A children’s story of Jesus’ birth, told simply, reverently, and often entertainingly by an owl in the Bethlehem stable.
In Brizendine’s (Grandma Thoughts, 2013) creative Nativity story, the titular bird starts off confused as Joseph and Mary unexpectedly intrude into his home, but he’s soon touched by their loving relationship and becomes excited at the prospect of witnessing the birth of their child. After the baby comes, the wise owl keeps tabs on the family, surprised at the arrival of worshiping shepherds and the gifts of the wise men. The last time the owl sees the family is when they’re on their way to Egypt, but later he hears miraculous things about the baby: specifically, how he’s actually both man and God and born to a virgin mother. The owl’s final words seem as if they come straight from Brizendine herself: “I continue to tell my story because I have seen God!” They’re followed by a few related New Testament excerpts and an invitation to readers to come to know Jesus personally in their hearts. One of the strengths of this presentation of the Christmas story is its comprehensiveness, as it covers all major events from the stable to the story of Herod’s infamous slaughter of male infants—a heavy topic for a children’s book but true to the tale. Like many Nativity stories, however, the text adds romanticized details, such as a glowing, smiling baby Jesus, and not all readers may be fond of this fact. The owl’s commentary also seems awkward at times, but overall, its unique perspective and juvenile tone is spot-on for this book’s target audience of Christian kids. The medium and mood of the illustrations constantly changes; after some owl photographs at the beginning, remaining illustrations seems to alternate between sedate and cartoonish, with colored-pencil drawings and what seems like clip art. Each of the images is appealing and relevant to the storyline, but the book would have benefited from greater illustrative predictability.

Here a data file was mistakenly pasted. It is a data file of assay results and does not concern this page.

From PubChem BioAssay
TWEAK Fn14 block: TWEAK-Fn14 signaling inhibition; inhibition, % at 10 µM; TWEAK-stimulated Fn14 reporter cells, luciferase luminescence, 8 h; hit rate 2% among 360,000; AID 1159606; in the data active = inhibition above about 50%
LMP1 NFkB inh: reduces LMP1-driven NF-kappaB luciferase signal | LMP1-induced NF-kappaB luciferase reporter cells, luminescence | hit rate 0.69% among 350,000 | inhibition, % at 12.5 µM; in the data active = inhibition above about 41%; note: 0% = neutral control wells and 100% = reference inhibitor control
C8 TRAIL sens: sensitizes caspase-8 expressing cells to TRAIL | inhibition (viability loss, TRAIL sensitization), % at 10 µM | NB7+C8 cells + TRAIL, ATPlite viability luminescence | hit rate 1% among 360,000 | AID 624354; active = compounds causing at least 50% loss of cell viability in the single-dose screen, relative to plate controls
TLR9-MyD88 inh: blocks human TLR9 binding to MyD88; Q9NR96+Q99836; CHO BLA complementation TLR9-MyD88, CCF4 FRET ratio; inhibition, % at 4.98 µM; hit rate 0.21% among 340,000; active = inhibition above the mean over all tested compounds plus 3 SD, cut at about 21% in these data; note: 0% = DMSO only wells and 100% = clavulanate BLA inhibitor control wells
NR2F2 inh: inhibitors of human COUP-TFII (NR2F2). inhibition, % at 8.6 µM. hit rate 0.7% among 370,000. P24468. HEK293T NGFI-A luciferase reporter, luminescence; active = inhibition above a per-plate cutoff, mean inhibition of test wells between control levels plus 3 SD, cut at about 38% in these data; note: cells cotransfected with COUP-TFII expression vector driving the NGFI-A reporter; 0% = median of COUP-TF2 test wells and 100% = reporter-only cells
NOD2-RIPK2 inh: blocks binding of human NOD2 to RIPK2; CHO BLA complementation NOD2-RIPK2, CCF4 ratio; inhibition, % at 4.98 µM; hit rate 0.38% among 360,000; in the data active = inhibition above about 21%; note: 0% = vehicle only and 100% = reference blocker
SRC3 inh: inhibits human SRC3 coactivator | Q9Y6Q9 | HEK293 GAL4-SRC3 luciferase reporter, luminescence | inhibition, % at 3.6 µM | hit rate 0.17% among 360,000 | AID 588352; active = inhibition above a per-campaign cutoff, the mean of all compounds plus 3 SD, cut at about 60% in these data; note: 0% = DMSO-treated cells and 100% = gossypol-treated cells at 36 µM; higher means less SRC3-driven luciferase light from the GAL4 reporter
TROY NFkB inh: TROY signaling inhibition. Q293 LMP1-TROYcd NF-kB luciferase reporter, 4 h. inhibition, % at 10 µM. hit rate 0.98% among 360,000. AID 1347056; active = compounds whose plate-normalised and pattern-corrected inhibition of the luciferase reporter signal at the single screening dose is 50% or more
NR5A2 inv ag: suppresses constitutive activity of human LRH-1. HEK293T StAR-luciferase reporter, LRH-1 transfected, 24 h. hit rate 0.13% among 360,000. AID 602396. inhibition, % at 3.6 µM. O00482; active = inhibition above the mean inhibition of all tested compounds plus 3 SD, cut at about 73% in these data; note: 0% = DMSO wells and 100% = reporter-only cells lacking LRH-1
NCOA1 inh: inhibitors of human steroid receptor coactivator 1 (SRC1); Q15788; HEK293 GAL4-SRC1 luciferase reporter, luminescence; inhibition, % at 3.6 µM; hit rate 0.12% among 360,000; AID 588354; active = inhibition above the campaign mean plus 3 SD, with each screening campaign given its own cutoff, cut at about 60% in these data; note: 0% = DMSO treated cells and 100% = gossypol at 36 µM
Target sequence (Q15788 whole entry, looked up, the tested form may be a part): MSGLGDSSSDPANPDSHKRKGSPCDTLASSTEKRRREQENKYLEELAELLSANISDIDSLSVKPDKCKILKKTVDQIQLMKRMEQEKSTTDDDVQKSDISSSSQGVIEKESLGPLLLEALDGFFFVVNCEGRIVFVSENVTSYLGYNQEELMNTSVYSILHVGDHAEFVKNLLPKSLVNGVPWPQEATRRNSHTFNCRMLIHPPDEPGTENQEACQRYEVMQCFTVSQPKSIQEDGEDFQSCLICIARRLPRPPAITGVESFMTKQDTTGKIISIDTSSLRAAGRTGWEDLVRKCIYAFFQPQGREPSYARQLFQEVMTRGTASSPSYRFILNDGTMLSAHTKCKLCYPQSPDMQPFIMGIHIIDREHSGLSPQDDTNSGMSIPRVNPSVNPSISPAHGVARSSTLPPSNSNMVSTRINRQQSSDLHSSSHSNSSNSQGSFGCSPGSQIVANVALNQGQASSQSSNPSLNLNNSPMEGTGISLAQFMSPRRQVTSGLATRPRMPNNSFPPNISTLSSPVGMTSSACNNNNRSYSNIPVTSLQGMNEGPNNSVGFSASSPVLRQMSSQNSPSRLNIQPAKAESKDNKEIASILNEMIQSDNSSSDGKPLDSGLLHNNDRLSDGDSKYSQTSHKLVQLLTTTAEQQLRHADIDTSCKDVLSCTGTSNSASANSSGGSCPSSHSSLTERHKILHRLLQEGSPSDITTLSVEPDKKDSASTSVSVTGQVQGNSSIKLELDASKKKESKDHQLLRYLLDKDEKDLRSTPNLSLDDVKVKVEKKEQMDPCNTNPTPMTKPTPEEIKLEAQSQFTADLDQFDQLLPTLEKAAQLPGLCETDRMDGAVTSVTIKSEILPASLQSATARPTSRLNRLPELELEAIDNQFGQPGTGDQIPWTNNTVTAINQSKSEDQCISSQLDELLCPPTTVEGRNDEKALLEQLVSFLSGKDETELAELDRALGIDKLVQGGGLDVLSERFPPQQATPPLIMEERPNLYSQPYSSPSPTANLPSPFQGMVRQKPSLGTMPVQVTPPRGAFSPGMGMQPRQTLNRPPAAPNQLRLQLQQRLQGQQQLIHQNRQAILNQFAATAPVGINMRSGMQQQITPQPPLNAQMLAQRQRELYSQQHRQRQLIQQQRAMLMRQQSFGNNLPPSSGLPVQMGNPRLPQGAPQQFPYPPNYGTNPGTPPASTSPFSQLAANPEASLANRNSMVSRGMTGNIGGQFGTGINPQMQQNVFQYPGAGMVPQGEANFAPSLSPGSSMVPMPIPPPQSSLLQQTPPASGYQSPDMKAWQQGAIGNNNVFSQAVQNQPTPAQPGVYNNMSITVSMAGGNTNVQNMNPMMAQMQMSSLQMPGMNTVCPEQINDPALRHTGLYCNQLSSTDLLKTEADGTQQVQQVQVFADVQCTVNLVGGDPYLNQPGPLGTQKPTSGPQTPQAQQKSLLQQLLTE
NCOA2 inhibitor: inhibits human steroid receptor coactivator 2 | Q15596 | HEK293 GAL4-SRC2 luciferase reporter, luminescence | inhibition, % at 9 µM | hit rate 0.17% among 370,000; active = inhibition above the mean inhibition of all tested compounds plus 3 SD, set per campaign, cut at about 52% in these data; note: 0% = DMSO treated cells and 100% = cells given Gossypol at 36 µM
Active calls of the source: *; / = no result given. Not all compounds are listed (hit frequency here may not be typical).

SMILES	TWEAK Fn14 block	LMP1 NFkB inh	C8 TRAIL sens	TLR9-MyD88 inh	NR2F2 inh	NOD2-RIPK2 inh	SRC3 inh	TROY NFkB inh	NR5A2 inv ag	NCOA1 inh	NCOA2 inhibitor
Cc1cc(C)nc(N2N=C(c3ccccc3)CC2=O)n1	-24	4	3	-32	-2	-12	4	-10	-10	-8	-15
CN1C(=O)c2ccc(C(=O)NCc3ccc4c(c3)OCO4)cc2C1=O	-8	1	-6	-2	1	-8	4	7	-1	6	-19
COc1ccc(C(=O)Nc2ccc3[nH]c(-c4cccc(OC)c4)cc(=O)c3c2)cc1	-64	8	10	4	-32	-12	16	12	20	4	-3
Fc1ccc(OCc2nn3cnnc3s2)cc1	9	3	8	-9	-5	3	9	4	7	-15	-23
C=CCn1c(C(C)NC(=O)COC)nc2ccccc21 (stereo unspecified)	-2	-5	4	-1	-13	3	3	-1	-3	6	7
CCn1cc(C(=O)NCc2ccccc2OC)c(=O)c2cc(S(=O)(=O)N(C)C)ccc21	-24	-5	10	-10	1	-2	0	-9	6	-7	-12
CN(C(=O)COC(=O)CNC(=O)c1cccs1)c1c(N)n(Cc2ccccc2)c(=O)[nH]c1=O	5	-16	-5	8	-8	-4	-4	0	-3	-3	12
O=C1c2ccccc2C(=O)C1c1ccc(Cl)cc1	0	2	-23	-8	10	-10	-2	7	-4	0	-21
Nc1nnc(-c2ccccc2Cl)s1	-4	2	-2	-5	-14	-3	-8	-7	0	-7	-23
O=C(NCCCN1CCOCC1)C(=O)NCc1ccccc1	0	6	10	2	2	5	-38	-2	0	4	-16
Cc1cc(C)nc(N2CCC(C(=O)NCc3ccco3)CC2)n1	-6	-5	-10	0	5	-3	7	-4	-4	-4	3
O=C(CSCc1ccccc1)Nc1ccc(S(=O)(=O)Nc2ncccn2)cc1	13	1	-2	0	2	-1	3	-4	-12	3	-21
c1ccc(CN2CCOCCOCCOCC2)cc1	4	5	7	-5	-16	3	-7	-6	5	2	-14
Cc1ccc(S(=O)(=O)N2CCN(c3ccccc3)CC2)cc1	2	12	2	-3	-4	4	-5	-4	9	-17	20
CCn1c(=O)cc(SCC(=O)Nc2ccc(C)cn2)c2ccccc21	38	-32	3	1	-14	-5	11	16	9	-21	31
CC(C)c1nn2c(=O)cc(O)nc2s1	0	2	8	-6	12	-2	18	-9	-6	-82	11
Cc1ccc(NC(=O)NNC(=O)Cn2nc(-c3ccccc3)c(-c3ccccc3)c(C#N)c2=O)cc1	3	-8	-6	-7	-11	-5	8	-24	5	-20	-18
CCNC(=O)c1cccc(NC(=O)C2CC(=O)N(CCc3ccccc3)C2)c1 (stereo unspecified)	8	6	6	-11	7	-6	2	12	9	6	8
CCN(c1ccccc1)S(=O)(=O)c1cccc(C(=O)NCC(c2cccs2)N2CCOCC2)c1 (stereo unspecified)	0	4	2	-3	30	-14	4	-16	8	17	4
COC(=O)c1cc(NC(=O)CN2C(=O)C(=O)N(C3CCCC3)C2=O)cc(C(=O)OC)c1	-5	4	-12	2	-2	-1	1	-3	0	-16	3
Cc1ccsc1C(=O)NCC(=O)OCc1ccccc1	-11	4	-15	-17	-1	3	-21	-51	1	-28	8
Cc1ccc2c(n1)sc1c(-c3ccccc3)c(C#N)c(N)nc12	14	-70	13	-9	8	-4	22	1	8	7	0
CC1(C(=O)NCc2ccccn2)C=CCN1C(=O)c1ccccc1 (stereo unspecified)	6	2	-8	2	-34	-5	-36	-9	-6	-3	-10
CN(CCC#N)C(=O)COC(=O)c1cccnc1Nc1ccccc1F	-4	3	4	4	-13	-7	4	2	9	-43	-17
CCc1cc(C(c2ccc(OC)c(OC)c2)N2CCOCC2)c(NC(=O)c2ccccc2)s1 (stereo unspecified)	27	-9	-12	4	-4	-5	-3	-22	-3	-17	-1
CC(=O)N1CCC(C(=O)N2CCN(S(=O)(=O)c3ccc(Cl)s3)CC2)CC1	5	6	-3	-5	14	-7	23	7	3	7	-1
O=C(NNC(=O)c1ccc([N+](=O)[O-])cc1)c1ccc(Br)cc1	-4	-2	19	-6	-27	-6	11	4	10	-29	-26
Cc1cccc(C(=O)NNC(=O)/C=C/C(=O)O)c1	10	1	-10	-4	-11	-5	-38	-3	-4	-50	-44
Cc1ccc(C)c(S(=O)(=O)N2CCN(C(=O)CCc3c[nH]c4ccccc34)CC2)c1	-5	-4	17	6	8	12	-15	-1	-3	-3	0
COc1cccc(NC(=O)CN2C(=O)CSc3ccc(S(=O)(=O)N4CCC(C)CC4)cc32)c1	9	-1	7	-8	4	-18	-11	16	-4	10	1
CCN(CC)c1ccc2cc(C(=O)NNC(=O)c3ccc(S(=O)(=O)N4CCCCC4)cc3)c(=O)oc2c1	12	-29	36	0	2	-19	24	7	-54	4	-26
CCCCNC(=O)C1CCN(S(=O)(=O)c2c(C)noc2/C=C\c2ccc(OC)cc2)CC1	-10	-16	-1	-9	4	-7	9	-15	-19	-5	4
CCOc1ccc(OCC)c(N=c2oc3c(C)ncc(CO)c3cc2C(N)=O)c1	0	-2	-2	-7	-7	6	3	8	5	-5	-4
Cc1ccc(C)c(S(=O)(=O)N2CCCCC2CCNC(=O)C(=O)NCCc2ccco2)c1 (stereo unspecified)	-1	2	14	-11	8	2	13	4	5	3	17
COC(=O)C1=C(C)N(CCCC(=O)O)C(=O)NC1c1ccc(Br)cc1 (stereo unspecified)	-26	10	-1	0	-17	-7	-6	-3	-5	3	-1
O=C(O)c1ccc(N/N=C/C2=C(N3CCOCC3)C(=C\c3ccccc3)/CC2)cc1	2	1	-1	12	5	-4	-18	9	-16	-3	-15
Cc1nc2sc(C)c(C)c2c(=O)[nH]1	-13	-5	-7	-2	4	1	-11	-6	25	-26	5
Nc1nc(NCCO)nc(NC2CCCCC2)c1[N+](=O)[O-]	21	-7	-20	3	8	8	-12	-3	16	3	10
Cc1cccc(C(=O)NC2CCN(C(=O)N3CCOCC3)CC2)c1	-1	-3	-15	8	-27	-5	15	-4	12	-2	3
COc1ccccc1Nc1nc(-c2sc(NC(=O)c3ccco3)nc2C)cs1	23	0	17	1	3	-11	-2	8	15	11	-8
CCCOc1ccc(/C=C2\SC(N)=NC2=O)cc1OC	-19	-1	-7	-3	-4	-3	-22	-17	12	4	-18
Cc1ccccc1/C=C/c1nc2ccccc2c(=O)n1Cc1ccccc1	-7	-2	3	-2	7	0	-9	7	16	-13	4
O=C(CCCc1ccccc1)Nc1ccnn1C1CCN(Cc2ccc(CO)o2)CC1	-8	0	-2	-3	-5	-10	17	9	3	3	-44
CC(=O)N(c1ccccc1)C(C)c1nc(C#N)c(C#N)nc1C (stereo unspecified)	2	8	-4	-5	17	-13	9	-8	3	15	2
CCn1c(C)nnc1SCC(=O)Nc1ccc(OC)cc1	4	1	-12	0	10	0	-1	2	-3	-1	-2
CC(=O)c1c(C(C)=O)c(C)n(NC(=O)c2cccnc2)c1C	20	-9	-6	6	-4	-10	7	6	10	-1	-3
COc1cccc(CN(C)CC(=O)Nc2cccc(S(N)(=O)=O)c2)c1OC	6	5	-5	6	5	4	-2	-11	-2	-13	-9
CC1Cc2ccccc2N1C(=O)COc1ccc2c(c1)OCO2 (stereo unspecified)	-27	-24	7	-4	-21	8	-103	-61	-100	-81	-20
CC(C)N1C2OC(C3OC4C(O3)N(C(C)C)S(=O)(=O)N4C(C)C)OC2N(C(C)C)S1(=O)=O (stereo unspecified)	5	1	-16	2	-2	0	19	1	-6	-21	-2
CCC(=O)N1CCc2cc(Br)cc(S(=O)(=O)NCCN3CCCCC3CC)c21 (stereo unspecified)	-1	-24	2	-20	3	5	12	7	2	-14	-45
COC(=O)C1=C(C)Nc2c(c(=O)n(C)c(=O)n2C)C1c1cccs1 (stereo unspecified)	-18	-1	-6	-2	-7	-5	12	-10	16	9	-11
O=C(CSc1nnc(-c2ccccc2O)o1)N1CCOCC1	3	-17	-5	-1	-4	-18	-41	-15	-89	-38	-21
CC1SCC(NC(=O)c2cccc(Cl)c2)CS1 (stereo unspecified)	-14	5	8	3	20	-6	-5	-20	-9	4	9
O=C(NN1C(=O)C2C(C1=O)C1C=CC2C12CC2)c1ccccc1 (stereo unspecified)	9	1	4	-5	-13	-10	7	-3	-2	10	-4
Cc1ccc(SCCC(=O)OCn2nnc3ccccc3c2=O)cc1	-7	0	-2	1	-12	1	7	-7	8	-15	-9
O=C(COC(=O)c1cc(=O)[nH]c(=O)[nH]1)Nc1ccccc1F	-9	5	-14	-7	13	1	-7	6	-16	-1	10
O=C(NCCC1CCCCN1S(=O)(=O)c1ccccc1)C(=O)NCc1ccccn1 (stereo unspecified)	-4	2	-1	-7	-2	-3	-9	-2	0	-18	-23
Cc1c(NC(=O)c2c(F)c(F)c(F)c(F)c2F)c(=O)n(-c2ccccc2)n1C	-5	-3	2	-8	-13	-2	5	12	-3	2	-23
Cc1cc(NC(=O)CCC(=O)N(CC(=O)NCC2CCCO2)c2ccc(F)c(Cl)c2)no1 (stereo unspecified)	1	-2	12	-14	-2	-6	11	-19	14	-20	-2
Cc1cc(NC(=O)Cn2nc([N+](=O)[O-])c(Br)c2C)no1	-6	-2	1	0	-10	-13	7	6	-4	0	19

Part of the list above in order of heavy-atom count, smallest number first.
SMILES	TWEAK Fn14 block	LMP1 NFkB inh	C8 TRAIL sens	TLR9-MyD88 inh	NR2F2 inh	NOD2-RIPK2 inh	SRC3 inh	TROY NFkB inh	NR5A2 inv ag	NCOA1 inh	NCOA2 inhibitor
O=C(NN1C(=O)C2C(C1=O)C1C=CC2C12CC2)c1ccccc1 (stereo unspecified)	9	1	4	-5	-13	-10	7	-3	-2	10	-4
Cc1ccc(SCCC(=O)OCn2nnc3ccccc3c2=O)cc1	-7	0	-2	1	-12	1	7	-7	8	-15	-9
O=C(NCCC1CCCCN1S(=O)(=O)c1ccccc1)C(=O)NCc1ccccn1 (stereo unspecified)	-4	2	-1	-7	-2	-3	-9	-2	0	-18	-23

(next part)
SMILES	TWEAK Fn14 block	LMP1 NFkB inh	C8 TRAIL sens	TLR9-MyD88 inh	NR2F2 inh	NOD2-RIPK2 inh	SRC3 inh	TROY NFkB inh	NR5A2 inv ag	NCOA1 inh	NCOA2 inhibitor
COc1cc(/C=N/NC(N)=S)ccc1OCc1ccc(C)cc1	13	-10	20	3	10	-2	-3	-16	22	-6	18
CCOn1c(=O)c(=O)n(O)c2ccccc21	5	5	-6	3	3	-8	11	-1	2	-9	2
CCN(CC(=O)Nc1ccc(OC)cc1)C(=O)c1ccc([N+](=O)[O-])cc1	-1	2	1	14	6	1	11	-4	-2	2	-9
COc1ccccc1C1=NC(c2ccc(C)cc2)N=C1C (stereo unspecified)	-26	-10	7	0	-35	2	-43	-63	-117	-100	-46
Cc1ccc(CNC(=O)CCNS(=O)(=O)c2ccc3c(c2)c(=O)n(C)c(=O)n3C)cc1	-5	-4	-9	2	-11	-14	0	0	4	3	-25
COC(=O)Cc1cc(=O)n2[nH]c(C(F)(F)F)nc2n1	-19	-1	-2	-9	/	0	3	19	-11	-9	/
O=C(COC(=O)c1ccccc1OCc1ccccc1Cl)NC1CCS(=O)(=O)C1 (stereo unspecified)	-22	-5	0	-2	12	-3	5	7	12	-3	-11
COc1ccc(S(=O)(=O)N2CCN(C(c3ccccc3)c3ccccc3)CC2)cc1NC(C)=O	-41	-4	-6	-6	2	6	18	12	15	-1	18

A fresh, if sometimes-sentimental, recounting of the first Christmas.